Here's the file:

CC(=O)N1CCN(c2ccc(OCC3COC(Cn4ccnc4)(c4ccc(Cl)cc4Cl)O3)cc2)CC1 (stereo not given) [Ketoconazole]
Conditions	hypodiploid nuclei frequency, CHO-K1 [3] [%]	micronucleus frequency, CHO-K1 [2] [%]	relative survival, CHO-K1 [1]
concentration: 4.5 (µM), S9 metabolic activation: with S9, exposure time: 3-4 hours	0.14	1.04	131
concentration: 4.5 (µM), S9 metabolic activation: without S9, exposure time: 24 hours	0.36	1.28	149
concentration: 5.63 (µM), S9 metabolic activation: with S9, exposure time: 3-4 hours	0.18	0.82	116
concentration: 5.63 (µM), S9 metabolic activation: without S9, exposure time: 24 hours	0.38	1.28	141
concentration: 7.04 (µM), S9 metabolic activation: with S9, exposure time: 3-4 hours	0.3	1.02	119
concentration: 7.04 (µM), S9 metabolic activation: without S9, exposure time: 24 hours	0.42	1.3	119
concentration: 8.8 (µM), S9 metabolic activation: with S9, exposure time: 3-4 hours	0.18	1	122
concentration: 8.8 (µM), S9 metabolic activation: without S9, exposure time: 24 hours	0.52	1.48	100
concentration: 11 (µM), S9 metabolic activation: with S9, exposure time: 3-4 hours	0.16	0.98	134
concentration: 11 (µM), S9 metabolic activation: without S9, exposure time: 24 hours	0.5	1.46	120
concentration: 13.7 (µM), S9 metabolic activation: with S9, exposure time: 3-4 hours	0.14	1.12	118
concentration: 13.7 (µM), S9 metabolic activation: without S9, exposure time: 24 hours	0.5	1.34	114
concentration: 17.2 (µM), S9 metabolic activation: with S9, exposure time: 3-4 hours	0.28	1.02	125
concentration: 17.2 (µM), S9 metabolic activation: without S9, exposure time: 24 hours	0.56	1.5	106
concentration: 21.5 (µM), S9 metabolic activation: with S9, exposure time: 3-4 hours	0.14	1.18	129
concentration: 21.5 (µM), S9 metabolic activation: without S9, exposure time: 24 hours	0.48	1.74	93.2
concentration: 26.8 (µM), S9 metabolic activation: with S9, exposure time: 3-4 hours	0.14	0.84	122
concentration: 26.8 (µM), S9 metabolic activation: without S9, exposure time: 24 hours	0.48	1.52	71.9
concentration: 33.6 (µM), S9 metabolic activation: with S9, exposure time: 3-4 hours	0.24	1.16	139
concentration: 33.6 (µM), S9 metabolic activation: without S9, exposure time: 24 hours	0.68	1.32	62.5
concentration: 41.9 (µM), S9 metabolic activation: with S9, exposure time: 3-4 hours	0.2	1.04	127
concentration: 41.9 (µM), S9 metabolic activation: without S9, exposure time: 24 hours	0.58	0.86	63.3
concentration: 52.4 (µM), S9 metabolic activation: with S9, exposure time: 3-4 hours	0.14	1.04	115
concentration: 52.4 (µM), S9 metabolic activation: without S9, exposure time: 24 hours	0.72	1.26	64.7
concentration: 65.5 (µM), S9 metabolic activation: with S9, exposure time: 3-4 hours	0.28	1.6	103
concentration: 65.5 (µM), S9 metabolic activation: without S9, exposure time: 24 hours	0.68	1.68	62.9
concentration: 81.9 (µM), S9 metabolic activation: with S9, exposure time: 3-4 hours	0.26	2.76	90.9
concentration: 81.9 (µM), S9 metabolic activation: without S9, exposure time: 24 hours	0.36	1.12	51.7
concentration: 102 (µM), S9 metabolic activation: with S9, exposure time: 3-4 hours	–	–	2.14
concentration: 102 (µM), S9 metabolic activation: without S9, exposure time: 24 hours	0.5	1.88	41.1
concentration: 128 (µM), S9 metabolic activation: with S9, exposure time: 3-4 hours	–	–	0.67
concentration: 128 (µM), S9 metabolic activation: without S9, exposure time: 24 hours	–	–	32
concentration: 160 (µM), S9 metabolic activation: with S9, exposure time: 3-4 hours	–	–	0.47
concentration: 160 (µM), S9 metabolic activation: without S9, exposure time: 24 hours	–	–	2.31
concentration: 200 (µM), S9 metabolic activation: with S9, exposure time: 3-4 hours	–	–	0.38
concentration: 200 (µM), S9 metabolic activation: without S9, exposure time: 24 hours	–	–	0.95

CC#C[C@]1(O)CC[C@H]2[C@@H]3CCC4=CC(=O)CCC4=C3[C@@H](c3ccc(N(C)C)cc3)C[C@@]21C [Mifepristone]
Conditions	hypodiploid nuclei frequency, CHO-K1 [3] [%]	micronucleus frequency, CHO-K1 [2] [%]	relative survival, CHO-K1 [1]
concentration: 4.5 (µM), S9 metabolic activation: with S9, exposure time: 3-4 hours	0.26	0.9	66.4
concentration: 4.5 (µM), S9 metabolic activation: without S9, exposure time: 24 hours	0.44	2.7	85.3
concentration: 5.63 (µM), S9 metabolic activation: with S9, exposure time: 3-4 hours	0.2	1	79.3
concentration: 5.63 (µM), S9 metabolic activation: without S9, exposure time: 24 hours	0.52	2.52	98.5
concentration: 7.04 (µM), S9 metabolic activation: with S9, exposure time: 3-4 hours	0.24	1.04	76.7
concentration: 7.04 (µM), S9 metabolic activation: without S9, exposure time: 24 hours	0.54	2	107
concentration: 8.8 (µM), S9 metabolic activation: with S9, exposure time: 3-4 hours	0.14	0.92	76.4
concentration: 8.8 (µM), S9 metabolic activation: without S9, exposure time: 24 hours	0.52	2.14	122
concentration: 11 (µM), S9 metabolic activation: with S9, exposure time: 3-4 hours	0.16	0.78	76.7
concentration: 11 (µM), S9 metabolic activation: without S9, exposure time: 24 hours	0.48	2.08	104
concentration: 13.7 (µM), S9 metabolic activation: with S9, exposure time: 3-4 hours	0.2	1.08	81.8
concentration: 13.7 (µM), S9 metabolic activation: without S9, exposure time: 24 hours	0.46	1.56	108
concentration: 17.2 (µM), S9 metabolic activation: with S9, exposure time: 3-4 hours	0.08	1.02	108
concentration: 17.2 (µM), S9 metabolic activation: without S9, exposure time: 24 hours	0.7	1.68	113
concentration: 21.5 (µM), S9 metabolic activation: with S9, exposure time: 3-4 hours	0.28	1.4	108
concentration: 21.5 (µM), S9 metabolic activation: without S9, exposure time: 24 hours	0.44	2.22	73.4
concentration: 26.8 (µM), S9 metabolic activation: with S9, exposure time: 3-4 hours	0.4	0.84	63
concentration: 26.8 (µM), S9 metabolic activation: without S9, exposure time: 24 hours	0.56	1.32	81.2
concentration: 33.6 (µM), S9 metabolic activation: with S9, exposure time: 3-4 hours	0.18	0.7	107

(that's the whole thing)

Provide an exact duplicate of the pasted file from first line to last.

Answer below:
CC(=O)N1CCN(c2ccc(OCC3COC(Cn4ccnc4)(c4ccc(Cl)cc4Cl)O3)cc2)CC1 (stereo not given) [Ketoconazole]
Conditions	hypodiploid nuclei frequency, CHO-K1 [3] [%]	micronucleus frequency, CHO-K1 [2] [%]	relative survival, CHO-K1 [1]
concentration: 4.5 (µM), S9 metabolic activation: with S9, exposure time: 3-4 hours	0.14	1.04	131
concentration: 4.5 (µM), S9 metabolic activation: without S9, exposure time: 24 hours	0.36	1.28	149
concentration: 5.63 (µM), S9 metabolic activation: with S9, exposure time: 3-4 hours	0.18	0.82	116
concentration: 5.63 (µM), S9 metabolic activation: without S9, exposure time: 24 hours	0.38	1.28	141
concentration: 7.04 (µM), S9 metabolic activation: with S9, exposure time: 3-4 hours	0.3	1.02	119
concentration: 7.04 (µM), S9 metabolic activation: without S9, exposure time: 24 hours	0.42	1.3	119
concentration: 8.8 (µM), S9 metabolic activation: with S9, exposure time: 3-4 hours	0.18	1	122
concentration: 8.8 (µM), S9 metabolic activation: without S9, exposure time: 24 hours	0.52	1.48	100
concentration: 11 (µM), S9 metabolic activation: with S9, exposure time: 3-4 hours	0.16	0.98	134
concentration: 11 (µM), S9 metabolic activation: without S9, exposure time: 24 hours	0.5	1.46	120
concentration: 13.7 (µM), S9 metabolic activation: with S9, exposure time: 3-4 hours	0.14	1.12	118
concentration: 13.7 (µM), S9 metabolic activation: without S9, exposure time: 24 hours	0.5	1.34	114
concentration: 17.2 (µM), S9 metabolic activation: with S9, exposure time: 3-4 hours	0.28	1.02	125
concentration: 17.2 (µM), S9 metabolic activation: without S9, exposure time: 24 hours	0.56	1.5	106
concentration: 21.5 (µM), S9 metabolic activation: with S9, exposure time: 3-4 hours	0.14	1.18	129
concentration: 21.5 (µM), S9 metabolic activation: without S9, exposure time: 24 hours	0.48	1.74	93.2
concentration: 26.8 (µM), S9 metabolic activation: with S9, exposure time: 3-4 hours	0.14	0.84	122
concentration: 26.8 (µM), S9 metabolic activation: without S9, exposure time: 24 hours	0.48	1.52	71.9
concentration: 33.6 (µM), S9 metabolic activation: with S9, exposure time: 3-4 hours	0.24	1.16	139
concentration: 33.6 (µM), S9 metabolic activation: without S9, exposure time: 24 hours	0.68	1.32	62.5
concentration: 41.9 (µM), S9 metabolic activation: with S9, exposure time: 3-4 hours	0.2	1.04	127
concentration: 41.9 (µM), S9 metabolic activation: without S9, exposure time: 24 hours	0.58	0.86	63.3
concentration: 52.4 (µM), S9 metabolic activation: with S9, exposure time: 3-4 hours	0.14	1.04	115
concentration: 52.4 (µM), S9 metabolic activation: without S9, exposure time: 24 hours	0.72	1.26	64.7
concentration: 65.5 (µM), S9 metabolic activation: with S9, exposure time: 3-4 hours	0.28	1.6	103
concentration: 65.5 (µM), S9 metabolic activation: without S9, exposure time: 24 hours	0.68	1.68	62.9
concentration: 81.9 (µM), S9 metabolic activation: with S9, exposure time: 3-4 hours	0.26	2.76	90.9
concentration: 81.9 (µM), S9 metabolic activation: without S9, exposure time: 24 hours	0.36	1.12	51.7
concentration: 102 (µM), S9 metabolic activation: with S9, exposure time: 3-4 hours	–	–	2.14
concentration: 102 (µM), S9 metabolic activation: without S9, exposure time: 24 hours	0.5	1.88	41.1
concentration: 128 (µM), S9 metabolic activation: with S9, exposure time: 3-4 hours	–	–	0.67
concentration: 128 (µM), S9 metabolic activation: without S9, exposure time: 24 hours	–	–	32
concentration: 160 (µM), S9 metabolic activation: with S9, exposure time: 3-4 hours	–	–	0.47
concentration: 160 (µM), S9 metabolic activation: without S9, exposure time: 24 hours	–	–	2.31
concentration: 200 (µM), S9 metabolic activation: with S9, exposure time: 3-4 hours	–	–	0.38
concentration: 200 (µM), S9 metabolic activation: without S9, exposure time: 24 hours	–	–	0.95

CC#C[C@]1(O)CC[C@H]2[C@@H]3CCC4=CC(=O)CCC4=C3[C@@H](c3ccc(N(C)C)cc3)C[C@@]21C [Mifepristone]
Conditions	hypodiploid nuclei frequency, CHO-K1 [3] [%]	micronucleus frequency, CHO-K1 [2] [%]	relative survival, CHO-K1 [1]
concentration: 4.5 (µM), S9 metabolic activation: with S9, exposure time: 3-4 hours	0.26	0.9	66.4
concentration: 4.5 (µM), S9 metabolic activation: without S9, exposure time: 24 hours	0.44	2.7	85.3
concentration: 5.63 (µM), S9 metabolic activation: with S9, exposure time: 3-4 hours	0.2	1	79.3
concentration: 5.63 (µM), S9 metabolic activation: without S9, exposure time: 24 hours	0.52	2.52	98.5
concentration: 7.04 (µM), S9 metabolic activation: with S9, exposure time: 3-4 hours	0.24	1.04	76.7
concentration: 7.04 (µM), S9 metabolic activation: without S9, exposure time: 24 hours	0.54	2	107
concentration: 8.8 (µM), S9 metabolic activation: with S9, exposure time: 3-4 hours	0.14	0.92	76.4
concentration: 8.8 (µM), S9 metabolic activation: without S9, exposure time: 24 hours	0.52	2.14	122
concentration: 11 (µM), S9 metabolic activation: with S9, exposure time: 3-4 hours	0.16	0.78	76.7
concentration: 11 (µM), S9 metabolic activation: without S9, exposure time: 24 hours	0.48	2.08	104
concentration: 13.7 (µM), S9 metabolic activation: with S9, exposure time: 3-4 hours	0.2	1.08	81.8
concentration: 13.7 (µM), S9 metabolic activation: without S9, exposure time: 24 hours	0.46	1.56	108
concentration: 17.2 (µM), S9 metabolic activation: with S9, exposure time: 3-4 hours	0.08	1.02	108
concentration: 17.2 (µM), S9 metabolic activation: without S9, exposure time: 24 hours	0.7	1.68	113
concentration: 21.5 (µM), S9 metabolic activation: with S9, exposure time: 3-4 hours	0.28	1.4	108
concentration: 21.5 (µM), S9 metabolic activation: without S9, exposure time: 24 hours	0.44	2.22	73.4
concentration: 26.8 (µM), S9 metabolic activation: with S9, exposure time: 3-4 hours	0.4	0.84	63
concentration: 26.8 (µM), S9 metabolic activation: without S9, exposure time: 24 hours	0.56	1.32	81.2
concentration: 33.6 (µM), S9 metabolic activation: with S9, exposure time: 3-4 hours	0.18	0.7	107